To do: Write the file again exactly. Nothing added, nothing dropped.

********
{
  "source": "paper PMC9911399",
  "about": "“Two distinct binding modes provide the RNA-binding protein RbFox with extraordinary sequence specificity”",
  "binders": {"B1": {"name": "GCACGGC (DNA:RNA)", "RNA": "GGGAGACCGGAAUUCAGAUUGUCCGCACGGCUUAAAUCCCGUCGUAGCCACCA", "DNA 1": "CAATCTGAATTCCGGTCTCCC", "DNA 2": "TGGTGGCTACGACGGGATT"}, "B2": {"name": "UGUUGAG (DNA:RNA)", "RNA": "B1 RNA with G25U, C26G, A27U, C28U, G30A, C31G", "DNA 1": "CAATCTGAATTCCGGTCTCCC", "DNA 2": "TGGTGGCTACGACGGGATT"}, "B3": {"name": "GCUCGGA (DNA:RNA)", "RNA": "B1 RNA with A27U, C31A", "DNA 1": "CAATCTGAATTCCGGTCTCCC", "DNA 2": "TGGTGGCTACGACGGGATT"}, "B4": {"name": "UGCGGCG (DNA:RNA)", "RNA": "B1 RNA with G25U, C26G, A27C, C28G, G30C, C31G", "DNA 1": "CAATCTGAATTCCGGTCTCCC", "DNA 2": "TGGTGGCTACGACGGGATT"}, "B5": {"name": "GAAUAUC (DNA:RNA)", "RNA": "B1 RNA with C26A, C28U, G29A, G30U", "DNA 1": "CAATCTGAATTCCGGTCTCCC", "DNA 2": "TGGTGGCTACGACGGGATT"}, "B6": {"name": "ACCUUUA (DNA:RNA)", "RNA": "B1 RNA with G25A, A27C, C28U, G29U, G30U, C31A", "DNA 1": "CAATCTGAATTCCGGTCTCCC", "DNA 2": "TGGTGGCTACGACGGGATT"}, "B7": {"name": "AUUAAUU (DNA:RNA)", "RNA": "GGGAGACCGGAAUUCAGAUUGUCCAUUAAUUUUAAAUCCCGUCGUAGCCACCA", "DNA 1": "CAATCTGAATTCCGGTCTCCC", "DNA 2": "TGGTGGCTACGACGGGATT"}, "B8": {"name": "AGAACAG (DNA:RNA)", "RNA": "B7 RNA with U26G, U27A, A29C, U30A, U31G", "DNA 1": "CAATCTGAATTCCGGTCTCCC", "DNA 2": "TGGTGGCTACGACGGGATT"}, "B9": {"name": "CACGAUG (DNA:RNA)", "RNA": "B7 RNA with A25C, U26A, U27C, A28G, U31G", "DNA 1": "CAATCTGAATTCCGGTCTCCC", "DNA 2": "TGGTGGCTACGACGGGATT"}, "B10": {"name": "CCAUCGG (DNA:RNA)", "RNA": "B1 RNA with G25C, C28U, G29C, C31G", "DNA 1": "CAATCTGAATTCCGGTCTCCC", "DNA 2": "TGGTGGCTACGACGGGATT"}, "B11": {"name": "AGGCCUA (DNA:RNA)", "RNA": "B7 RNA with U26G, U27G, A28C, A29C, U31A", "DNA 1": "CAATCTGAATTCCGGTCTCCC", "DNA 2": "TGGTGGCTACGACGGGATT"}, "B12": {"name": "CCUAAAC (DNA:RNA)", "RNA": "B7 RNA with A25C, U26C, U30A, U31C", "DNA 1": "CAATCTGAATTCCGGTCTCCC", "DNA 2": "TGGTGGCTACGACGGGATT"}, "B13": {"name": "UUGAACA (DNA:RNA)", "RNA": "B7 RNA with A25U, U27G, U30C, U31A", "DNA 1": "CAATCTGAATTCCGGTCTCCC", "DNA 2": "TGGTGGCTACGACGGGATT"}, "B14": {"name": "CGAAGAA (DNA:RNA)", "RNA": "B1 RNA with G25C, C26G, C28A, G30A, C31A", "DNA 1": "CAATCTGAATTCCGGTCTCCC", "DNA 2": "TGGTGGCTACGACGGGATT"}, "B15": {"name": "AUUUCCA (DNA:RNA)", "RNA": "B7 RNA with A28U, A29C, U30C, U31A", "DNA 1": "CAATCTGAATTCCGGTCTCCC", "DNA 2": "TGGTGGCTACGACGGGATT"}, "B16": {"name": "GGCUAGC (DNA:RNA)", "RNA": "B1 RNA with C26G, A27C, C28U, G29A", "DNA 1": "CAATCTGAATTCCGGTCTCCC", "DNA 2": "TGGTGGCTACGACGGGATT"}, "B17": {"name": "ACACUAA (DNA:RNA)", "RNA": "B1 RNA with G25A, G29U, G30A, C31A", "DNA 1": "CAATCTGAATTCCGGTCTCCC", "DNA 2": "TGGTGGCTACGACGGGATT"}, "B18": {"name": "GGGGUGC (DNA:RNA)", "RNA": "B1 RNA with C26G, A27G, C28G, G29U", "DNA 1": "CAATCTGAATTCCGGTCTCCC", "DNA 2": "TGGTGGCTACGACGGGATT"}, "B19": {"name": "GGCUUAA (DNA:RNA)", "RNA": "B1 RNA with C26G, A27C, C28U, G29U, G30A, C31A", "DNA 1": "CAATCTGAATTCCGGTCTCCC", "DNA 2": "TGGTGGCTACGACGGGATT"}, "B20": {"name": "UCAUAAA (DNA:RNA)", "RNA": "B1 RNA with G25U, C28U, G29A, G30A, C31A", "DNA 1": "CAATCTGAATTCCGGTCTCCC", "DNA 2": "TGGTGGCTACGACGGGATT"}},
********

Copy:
{
  "source": "paper PMC9911399",
  "about": "“Two distinct binding modes provide the RNA-binding protein RbFox with extraordinary sequence specificity”",
  "binders": {"B1": {"name": "GCACGGC (DNA:RNA)", "RNA": "GGGAGACCGGAAUUCAGAUUGUCCGCACGGCUUAAAUCCCGUCGUAGCCACCA", "DNA 1": "CAATCTGAATTCCGGTCTCCC", "DNA 2": "TGGTGGCTACGACGGGATT"}, "B2": {"name": "UGUUGAG (DNA:RNA)", "RNA": "B1 RNA with G25U, C26G, A27U, C28U, G30A, C31G", "DNA 1": "CAATCTGAATTCCGGTCTCCC", "DNA 2": "TGGTGGCTACGACGGGATT"}, "B3": {"name": "GCUCGGA (DNA:RNA)", "RNA": "B1 RNA with A27U, C31A", "DNA 1": "CAATCTGAATTCCGGTCTCCC", "DNA 2": "TGGTGGCTACGACGGGATT"}, "B4": {"name": "UGCGGCG (DNA:RNA)", "RNA": "B1 RNA with G25U, C26G, A27C, C28G, G30C, C31G", "DNA 1": "CAATCTGAATTCCGGTCTCCC", "DNA 2": "TGGTGGCTACGACGGGATT"}, "B5": {"name": "GAAUAUC (DNA:RNA)", "RNA": "B1 RNA with C26A, C28U, G29A, G30U", "DNA 1": "CAATCTGAATTCCGGTCTCCC", "DNA 2": "TGGTGGCTACGACGGGATT"}, "B6": {"name": "ACCUUUA (DNA:RNA)", "RNA": "B1 RNA with G25A, A27C, C28U, G29U, G30U, C31A", "DNA 1": "CAATCTGAATTCCGGTCTCCC", "DNA 2": "TGGTGGCTACGACGGGATT"}, "B7": {"name": "AUUAAUU (DNA:RNA)", "RNA": "GGGAGACCGGAAUUCAGAUUGUCCAUUAAUUUUAAAUCCCGUCGUAGCCACCA", "DNA 1": "CAATCTGAATTCCGGTCTCCC", "DNA 2": "TGGTGGCTACGACGGGATT"}, "B8": {"name": "AGAACAG (DNA:RNA)", "RNA": "B7 RNA with U26G, U27A, A29C, U30A, U31G", "DNA 1": "CAATCTGAATTCCGGTCTCCC", "DNA 2": "TGGTGGCTACGACGGGATT"}, "B9": {"name": "CACGAUG (DNA:RNA)", "RNA": "B7 RNA with A25C, U26A, U27C, A28G, U31G", "DNA 1": "CAATCTGAATTCCGGTCTCCC", "DNA 2": "TGGTGGCTACGACGGGATT"}, "B10": {"name": "CCAUCGG (DNA:RNA)", "RNA": "B1 RNA with G25C, C28U, G29C, C31G", "DNA 1": "CAATCTGAATTCCGGTCTCCC", "DNA 2": "TGGTGGCTACGACGGGATT"}, "B11": {"name": "AGGCCUA (DNA:RNA)", "RNA": "B7 RNA with U26G, U27G, A28C, A29C, U31A", "DNA 1": "CAATCTGAATTCCGGTCTCCC", "DNA 2": "TGGTGGCTACGACGGGATT"}, "B12": {"name": "CCUAAAC (DNA:RNA)", "RNA": "B7 RNA with A25C, U26C, U30A, U31C", "DNA 1": "CAATCTGAATTCCGGTCTCCC", "DNA 2": "TGGTGGCTACGACGGGATT"}, "B13": {"name": "UUGAACA (DNA:RNA)", "RNA": "B7 RNA with A25U, U27G, U30C, U31A", "DNA 1": "CAATCTGAATTCCGGTCTCCC", "DNA 2": "TGGTGGCTACGACGGGATT"}, "B14": {"name": "CGAAGAA (DNA:RNA)", "RNA": "B1 RNA with G25C, C26G, C28A, G30A, C31A", "DNA 1": "CAATCTGAATTCCGGTCTCCC", "DNA 2": "TGGTGGCTACGACGGGATT"}, "B15": {"name": "AUUUCCA (DNA:RNA)", "RNA": "B7 RNA with A28U, A29C, U30C, U31A", "DNA 1": "CAATCTGAATTCCGGTCTCCC", "DNA 2": "TGGTGGCTACGACGGGATT"}, "B16": {"name": "GGCUAGC (DNA:RNA)", "RNA": "B1 RNA with C26G, A27C, C28U, G29A", "DNA 1": "CAATCTGAATTCCGGTCTCCC", "DNA 2": "TGGTGGCTACGACGGGATT"}, "B17": {"name": "ACACUAA (DNA:RNA)", "RNA": "B1 RNA with G25A, G29U, G30A, C31A", "DNA 1": "CAATCTGAATTCCGGTCTCCC", "DNA 2": "TGGTGGCTACGACGGGATT"}, "B18": {"name": "GGGGUGC (DNA:RNA)", "RNA": "B1 RNA with C26G, A27G, C28G, G29U", "DNA 1": "CAATCTGAATTCCGGTCTCCC", "DNA 2": "TGGTGGCTACGACGGGATT"}, "B19": {"name": "GGCUUAA (DNA:RNA)", "RNA": "B1 RNA with C26G, A27C, C28U, G29U, G30A, C31A", "DNA 1": "CAATCTGAATTCCGGTCTCCC", "DNA 2": "TGGTGGCTACGACGGGATT"}, "B20": {"name": "UCAUAAA (DNA:RNA)", "RNA": "B1 RNA with G25U, C28U, G29A, G30A, C31A", "DNA 1": "CAATCTGAATTCCGGTCTCCC", "DNA 2": "TGGTGGCTACGACGGGATT"}},